Innovations In Clinical Neuroscience

MAR-APR 2018

A peer-reviewed, evidence-based journal for clinicians in the field of neuroscience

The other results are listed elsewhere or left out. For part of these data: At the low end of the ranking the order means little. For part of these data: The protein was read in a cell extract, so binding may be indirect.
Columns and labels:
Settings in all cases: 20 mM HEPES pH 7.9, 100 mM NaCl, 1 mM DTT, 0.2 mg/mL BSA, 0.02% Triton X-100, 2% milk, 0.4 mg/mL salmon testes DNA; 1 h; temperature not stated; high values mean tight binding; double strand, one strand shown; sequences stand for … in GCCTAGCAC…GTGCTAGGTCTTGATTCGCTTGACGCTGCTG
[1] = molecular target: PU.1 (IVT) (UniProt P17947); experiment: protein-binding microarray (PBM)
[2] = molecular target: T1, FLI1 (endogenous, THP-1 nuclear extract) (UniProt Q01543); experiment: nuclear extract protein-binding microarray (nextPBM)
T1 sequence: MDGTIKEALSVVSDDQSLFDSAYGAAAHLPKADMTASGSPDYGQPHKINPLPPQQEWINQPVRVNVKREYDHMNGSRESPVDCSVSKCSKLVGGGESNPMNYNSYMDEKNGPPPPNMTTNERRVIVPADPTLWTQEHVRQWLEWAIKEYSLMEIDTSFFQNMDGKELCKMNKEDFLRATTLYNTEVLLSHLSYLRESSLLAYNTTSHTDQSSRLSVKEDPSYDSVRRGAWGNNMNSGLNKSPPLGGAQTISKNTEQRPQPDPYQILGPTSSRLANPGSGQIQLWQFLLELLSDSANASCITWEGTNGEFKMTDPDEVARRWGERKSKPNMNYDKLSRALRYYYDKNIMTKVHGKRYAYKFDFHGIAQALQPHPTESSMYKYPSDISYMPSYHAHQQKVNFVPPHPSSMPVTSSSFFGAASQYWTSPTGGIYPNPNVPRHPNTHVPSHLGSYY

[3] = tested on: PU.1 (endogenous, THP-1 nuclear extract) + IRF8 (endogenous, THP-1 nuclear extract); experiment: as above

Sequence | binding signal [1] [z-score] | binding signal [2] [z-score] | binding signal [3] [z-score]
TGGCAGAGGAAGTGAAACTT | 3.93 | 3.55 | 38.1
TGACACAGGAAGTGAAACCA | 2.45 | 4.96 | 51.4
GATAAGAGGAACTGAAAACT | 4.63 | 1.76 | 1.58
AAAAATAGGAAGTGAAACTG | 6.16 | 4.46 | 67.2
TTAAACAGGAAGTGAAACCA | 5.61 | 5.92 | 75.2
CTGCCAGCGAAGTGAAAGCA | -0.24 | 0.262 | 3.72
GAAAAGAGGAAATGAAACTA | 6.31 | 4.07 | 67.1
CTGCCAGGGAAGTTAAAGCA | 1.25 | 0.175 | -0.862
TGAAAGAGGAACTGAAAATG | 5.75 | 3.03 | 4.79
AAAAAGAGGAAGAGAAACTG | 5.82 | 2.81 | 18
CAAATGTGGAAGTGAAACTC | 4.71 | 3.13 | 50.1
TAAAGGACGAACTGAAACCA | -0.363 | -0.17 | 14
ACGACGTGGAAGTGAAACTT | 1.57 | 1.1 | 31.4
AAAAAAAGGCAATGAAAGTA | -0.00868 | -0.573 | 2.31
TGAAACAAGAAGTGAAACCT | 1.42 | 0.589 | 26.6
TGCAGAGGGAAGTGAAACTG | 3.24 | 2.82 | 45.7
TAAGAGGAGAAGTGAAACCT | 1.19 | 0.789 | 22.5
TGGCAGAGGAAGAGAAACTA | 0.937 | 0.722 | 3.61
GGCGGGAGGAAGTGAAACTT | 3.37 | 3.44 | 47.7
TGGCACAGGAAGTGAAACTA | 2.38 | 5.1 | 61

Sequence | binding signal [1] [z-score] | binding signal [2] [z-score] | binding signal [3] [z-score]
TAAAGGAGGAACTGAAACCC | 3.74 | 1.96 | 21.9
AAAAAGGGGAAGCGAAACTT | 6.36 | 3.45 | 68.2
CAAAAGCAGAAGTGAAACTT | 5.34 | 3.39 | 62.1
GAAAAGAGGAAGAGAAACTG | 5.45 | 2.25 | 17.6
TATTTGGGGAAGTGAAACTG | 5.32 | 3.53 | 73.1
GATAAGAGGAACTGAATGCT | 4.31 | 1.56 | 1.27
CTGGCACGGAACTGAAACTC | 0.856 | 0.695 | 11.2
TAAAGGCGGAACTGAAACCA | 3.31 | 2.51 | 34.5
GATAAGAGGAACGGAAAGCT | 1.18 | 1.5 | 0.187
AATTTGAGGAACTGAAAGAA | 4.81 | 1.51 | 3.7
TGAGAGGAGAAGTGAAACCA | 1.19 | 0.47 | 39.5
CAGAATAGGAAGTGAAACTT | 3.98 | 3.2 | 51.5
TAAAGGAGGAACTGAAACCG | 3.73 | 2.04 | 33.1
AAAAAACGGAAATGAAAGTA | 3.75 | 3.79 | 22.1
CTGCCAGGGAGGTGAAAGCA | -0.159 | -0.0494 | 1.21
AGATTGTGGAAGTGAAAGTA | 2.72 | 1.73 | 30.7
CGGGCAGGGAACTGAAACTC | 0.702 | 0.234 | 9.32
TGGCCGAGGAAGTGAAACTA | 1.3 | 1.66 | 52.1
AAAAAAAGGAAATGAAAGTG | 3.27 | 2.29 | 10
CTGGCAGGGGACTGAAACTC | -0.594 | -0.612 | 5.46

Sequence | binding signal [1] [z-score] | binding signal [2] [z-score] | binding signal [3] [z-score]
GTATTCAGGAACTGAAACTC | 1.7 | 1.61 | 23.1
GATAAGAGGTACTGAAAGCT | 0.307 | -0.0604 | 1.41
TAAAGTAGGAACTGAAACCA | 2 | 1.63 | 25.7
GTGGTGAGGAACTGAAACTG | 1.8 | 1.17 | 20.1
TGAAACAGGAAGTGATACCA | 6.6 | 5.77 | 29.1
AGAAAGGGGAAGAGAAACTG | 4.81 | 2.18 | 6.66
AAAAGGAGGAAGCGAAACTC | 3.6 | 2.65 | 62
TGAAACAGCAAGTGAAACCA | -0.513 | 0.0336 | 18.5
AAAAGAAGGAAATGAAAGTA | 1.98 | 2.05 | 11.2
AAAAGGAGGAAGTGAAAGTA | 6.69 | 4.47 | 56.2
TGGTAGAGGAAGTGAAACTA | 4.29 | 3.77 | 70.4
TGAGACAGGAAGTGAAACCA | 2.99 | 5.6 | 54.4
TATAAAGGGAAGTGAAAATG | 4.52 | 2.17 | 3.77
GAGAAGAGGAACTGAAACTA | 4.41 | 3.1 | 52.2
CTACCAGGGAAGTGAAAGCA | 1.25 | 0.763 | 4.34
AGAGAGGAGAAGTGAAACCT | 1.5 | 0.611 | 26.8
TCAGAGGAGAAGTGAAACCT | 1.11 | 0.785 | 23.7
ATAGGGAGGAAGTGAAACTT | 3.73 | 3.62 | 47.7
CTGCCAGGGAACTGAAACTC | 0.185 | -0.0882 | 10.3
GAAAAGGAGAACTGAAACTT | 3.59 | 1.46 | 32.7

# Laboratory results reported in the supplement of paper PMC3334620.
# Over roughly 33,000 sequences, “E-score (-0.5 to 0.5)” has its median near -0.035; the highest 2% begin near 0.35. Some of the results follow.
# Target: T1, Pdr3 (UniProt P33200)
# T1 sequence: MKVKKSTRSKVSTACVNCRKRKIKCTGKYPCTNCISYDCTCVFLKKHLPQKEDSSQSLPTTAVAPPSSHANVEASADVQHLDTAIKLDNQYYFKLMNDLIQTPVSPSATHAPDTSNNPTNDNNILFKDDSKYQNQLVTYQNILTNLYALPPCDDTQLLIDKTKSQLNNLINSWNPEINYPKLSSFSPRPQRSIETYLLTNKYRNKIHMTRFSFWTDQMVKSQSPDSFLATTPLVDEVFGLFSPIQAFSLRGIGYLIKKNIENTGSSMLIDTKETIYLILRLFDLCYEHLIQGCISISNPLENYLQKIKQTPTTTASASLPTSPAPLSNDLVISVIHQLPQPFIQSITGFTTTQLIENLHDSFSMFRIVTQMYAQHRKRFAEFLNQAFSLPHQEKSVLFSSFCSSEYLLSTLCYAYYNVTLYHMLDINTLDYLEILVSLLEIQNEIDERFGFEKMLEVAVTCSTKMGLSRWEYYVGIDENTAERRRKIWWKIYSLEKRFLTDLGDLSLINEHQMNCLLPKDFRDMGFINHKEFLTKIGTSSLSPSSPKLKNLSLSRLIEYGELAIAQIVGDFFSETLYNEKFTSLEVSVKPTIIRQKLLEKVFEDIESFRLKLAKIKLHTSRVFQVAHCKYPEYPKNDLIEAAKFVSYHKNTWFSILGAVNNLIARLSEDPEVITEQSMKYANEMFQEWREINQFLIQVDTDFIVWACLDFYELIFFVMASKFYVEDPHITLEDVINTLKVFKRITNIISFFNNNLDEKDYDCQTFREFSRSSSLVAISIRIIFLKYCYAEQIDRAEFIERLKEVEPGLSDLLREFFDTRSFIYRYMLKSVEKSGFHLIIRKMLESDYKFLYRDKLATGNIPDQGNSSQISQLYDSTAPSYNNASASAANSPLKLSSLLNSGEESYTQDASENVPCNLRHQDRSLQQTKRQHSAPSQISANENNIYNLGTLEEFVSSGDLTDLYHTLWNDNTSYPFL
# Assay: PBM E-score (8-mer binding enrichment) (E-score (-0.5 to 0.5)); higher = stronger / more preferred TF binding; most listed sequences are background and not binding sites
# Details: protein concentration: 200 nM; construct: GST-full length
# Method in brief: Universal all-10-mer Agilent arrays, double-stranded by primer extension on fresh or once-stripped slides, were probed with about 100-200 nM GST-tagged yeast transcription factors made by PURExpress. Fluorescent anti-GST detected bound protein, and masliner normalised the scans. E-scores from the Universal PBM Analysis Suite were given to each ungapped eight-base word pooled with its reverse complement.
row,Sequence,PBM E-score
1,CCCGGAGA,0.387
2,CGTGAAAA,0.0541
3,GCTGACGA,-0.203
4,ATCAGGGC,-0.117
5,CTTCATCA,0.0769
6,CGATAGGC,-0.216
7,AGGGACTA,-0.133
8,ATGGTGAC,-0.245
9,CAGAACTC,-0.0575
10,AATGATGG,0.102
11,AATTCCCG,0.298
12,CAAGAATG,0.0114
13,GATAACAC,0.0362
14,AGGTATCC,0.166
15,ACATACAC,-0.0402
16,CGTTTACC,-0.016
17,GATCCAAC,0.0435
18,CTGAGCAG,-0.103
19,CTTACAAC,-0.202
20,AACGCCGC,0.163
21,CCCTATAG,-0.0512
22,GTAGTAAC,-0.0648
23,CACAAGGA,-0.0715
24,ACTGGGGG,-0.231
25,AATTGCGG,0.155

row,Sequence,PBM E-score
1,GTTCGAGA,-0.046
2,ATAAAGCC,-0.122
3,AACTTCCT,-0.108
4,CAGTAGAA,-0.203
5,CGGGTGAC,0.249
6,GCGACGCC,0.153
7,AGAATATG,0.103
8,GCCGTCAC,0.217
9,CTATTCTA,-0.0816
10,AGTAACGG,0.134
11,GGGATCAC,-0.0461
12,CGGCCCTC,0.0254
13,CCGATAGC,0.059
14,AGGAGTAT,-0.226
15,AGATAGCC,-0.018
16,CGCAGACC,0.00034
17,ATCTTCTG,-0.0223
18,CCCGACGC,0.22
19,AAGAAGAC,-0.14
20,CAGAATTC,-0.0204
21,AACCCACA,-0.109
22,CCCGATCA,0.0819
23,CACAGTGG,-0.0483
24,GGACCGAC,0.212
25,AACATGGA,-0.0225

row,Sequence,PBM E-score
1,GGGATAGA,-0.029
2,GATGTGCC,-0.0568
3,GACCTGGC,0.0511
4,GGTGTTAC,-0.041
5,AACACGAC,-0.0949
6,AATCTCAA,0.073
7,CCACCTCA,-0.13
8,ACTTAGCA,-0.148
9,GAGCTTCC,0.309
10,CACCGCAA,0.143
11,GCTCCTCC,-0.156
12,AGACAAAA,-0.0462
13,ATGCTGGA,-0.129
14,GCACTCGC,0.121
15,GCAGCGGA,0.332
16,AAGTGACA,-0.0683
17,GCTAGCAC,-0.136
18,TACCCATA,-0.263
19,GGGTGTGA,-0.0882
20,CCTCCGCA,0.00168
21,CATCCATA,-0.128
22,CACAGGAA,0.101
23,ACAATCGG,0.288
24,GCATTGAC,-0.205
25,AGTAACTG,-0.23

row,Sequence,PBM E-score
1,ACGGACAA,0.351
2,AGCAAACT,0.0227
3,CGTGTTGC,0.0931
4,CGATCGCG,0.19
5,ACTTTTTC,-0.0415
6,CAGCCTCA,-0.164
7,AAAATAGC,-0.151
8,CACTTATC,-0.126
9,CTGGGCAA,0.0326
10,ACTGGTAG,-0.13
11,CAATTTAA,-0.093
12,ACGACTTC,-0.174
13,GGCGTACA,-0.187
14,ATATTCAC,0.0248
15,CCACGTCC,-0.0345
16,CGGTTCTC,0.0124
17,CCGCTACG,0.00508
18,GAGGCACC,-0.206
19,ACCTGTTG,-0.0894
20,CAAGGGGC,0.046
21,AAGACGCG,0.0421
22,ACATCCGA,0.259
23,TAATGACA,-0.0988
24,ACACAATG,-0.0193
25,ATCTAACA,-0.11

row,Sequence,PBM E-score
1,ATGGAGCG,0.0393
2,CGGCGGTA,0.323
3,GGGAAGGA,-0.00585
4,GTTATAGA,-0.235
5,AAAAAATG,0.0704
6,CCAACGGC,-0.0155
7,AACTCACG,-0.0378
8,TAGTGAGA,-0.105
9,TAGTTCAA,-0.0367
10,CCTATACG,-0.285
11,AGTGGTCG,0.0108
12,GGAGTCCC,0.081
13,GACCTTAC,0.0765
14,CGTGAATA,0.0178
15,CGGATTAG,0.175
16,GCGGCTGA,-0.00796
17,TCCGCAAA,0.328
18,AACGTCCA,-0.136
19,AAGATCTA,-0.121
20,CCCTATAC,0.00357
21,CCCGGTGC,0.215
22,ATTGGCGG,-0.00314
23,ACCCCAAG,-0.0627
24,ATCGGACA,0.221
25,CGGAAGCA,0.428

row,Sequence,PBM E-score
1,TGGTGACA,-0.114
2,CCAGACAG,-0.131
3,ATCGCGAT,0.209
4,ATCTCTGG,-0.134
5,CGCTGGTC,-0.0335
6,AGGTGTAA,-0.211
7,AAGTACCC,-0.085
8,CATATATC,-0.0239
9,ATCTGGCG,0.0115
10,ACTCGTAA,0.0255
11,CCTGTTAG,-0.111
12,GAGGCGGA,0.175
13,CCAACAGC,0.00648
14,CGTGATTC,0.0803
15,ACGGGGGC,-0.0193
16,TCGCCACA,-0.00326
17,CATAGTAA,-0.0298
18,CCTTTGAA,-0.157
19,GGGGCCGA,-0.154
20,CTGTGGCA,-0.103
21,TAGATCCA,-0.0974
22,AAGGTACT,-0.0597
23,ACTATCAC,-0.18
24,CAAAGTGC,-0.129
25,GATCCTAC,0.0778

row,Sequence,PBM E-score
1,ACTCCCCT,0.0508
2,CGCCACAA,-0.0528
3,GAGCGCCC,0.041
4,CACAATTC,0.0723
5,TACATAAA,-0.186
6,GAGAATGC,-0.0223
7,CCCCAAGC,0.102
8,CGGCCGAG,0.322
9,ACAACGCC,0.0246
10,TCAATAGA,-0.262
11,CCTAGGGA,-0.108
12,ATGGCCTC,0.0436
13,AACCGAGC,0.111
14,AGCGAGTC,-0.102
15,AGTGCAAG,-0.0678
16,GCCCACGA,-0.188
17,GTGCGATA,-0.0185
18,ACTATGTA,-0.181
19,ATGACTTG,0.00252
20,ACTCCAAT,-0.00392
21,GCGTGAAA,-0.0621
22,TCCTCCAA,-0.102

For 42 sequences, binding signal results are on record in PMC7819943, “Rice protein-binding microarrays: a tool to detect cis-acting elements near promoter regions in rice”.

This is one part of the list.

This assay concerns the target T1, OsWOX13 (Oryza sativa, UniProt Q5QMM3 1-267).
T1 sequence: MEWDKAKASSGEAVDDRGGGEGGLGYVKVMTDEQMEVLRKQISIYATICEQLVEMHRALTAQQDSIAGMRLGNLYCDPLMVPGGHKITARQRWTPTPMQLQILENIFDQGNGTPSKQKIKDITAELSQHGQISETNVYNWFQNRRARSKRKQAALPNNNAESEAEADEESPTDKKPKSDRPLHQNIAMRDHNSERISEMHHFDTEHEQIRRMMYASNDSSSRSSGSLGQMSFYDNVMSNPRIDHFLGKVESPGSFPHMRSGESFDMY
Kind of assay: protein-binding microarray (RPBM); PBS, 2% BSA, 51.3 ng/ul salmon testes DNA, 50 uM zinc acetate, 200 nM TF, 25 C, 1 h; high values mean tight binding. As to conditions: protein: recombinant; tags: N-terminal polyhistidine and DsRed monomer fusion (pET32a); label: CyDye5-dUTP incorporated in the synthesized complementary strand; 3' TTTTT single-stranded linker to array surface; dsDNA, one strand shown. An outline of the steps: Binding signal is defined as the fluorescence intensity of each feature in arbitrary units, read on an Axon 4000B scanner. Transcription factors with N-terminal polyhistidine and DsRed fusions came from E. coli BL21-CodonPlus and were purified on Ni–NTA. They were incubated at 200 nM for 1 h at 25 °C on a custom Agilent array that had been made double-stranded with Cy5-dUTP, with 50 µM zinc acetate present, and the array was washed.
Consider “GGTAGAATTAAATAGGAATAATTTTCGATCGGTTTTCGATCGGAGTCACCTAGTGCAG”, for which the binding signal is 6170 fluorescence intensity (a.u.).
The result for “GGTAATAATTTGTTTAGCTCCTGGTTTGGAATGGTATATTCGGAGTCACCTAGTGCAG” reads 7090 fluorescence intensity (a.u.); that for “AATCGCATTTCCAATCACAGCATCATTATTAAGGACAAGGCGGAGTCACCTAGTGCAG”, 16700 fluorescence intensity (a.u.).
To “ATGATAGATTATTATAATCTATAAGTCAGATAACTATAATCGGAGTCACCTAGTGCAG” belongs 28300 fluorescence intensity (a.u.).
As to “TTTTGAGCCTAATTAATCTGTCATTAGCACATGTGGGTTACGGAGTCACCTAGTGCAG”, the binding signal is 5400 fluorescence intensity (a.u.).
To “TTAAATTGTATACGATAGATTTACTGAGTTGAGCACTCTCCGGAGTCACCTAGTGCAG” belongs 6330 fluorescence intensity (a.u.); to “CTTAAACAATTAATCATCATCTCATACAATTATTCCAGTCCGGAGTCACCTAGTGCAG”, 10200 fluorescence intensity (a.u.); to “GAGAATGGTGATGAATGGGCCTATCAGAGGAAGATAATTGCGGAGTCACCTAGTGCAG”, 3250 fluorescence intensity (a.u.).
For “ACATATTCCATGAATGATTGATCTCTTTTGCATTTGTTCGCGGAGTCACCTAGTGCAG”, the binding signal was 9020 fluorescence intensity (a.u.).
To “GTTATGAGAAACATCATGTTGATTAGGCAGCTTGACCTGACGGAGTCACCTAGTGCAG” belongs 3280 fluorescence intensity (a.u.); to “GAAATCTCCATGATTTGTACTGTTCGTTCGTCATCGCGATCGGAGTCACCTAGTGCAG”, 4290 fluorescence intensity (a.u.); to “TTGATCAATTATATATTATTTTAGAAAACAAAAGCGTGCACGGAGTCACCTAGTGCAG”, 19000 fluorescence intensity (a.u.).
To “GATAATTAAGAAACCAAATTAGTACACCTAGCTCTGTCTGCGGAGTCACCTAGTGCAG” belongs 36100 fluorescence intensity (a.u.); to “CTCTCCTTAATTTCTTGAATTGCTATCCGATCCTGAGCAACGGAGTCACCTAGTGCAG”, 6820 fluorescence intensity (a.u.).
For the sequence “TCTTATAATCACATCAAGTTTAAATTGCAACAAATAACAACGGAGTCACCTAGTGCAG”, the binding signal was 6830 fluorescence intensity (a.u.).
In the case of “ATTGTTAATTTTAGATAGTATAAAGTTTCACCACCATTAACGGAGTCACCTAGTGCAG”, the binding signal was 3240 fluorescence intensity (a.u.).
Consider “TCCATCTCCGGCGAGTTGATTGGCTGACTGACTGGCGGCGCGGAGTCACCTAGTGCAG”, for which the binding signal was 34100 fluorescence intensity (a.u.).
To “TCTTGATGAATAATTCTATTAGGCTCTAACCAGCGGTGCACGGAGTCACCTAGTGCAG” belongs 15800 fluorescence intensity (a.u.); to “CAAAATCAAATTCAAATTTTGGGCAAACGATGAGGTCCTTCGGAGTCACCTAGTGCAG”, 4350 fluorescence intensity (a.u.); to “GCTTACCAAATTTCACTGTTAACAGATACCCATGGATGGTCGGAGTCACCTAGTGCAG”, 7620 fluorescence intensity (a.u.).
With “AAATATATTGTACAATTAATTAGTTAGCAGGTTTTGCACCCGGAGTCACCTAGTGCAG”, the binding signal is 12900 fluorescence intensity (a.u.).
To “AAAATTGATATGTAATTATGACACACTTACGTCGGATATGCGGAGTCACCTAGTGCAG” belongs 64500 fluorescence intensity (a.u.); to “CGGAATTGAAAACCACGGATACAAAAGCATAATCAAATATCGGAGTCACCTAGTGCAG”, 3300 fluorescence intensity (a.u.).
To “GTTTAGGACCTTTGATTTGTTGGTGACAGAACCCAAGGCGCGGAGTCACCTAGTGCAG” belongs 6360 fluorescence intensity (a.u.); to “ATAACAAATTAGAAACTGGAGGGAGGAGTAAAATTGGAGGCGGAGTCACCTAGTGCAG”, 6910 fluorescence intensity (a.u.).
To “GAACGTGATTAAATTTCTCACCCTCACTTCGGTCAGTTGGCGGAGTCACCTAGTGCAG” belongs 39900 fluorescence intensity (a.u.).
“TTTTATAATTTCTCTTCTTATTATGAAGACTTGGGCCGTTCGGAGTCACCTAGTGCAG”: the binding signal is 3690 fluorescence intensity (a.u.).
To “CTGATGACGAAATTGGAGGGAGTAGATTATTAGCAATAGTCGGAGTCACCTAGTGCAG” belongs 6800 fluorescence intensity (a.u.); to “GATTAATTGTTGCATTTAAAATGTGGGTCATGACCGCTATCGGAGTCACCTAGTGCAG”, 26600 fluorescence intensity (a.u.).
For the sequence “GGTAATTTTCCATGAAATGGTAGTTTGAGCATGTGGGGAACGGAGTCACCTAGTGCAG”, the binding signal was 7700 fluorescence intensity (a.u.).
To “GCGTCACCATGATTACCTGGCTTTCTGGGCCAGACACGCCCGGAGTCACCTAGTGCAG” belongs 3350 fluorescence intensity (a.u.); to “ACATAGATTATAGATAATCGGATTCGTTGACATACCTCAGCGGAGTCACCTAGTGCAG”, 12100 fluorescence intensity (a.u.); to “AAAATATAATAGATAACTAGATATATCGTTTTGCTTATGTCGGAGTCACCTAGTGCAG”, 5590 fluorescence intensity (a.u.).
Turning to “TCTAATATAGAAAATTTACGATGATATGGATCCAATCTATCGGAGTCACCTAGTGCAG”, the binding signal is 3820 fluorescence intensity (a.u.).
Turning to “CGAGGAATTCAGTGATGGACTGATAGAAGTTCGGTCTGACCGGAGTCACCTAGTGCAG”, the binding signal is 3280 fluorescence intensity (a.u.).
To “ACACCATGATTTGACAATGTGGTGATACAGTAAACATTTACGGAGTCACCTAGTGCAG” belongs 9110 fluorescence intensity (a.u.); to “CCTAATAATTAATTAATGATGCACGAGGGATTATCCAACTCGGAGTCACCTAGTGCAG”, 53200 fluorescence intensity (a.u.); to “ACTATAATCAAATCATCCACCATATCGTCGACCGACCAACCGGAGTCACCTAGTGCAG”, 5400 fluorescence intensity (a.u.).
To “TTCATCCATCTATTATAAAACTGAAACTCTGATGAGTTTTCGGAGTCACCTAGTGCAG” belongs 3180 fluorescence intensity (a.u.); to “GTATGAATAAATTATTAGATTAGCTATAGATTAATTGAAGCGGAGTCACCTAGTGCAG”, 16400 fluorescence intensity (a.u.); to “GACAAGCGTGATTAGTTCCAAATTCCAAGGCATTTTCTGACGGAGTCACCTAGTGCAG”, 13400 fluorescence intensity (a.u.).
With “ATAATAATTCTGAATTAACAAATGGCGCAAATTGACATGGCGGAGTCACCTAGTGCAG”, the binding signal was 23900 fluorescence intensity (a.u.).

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47 ICNS INNOVATIONS IN CLINICAL NEUROSCIENCE March-April 2018 • Volume 15 • Number 3–4 Prescribing Controlled Substances: Managing the Risks by DONNA VANDERPOOL, MBA, JD Ms. Vanderpool is Vice President, Risk Management at PRMS, Inc. in Arlington, Virginia. Innov Clin Neurosci. 2018;15(3–4):47–51 Risk Management QUESTION With everything going on in the news about the opioid epidemic and the accusations of the prescribing practices of physicians contributing to the abuse and diversion of drugs, and even patient deaths due to overdose, I'm considering no longer prescribing controlled substances, or at least those in Schedule II. Am I overreacting? ANSWER In our current environment, it is understandable for prescribers to be wary of the increased risk of governmental scrutiny and allegations of malpractice. Fortunately, even in light of this increased scrutiny, providing appropriate clinical care remains the best way to reduce and manage risk, and there are proven strategies to assist you in providing appropriate clinical care. RISK MANAGEMENT OVERVIEW—THE THREE CS Effective risk management strategies that mirror best clinical practices and decrease risk related to prescribing controlled substances are represented by the three Cs: • Collecting information—about the medication, patient, treatment and standard of care, and abuse and diversion • Communicating—with the patient and others • Carefully documenting—the patient's informed consent, medication monitoring, and your decision-making process. These three risk management strategies are not meant to oversimplify the practice of psychiatry and the complexities related to decreasing adverse drug events. Rather, they are presented as a way to organize and more easily use the strategies shown to be effective in minimizing risks when prescribing controlled substances. RISK MANAGEMENT STRATEGY #1— COLLECTING INFORMATION Collecting information about medications . Staying current about medications being prescribed is fundamental to prescribing, but it's no small task. It is more challenging than ever to stay current about prescription drugs because of the amount of information being produced, the speed at which it develops, and the prevalence of conflicting and/or incomplete information. Important activities on which to stay up to date include, but are not limited to, the following: • Reading the United States Food and Drug Administration (FDA) label for the medications you prescribe • Subscribing to the FDA's MedWatch E-list 1 for notification of medication safety alerts This ongoing column is dedicated to providing information to our readers on managing legal risks associated with medical practice. We invite questions from our readers. The answers are provided by PRMS, Inc. (www.prms.com), a manager of medical professional liability insurance programs with services that include risk management consultation, education and onsite risk management audits, and other resources to healthcare providers to help improve patient outcomes and reduce professional liability risk. The answers published in this column represent those of only one risk management consulting company. Other risk management consulting companies or insurance carriers may provide different advice, and readers should take this into consideration. The information in this column does not constitute legal advice. For legal advice, contact your personal attorney. Note: The information and recommendations in this article are applicable to physicians and other healthcare professionals so "clinician" is used to indicate all treatment team members. FUNDING: No funding was provided for the preparation of this article. DISCLOSURES: The authors have no conflicts of interest relevant to the content of this article. CORRESPONDENCE: Donna Vanderpool, MBA, JD; Email: vanderpool@prms.com

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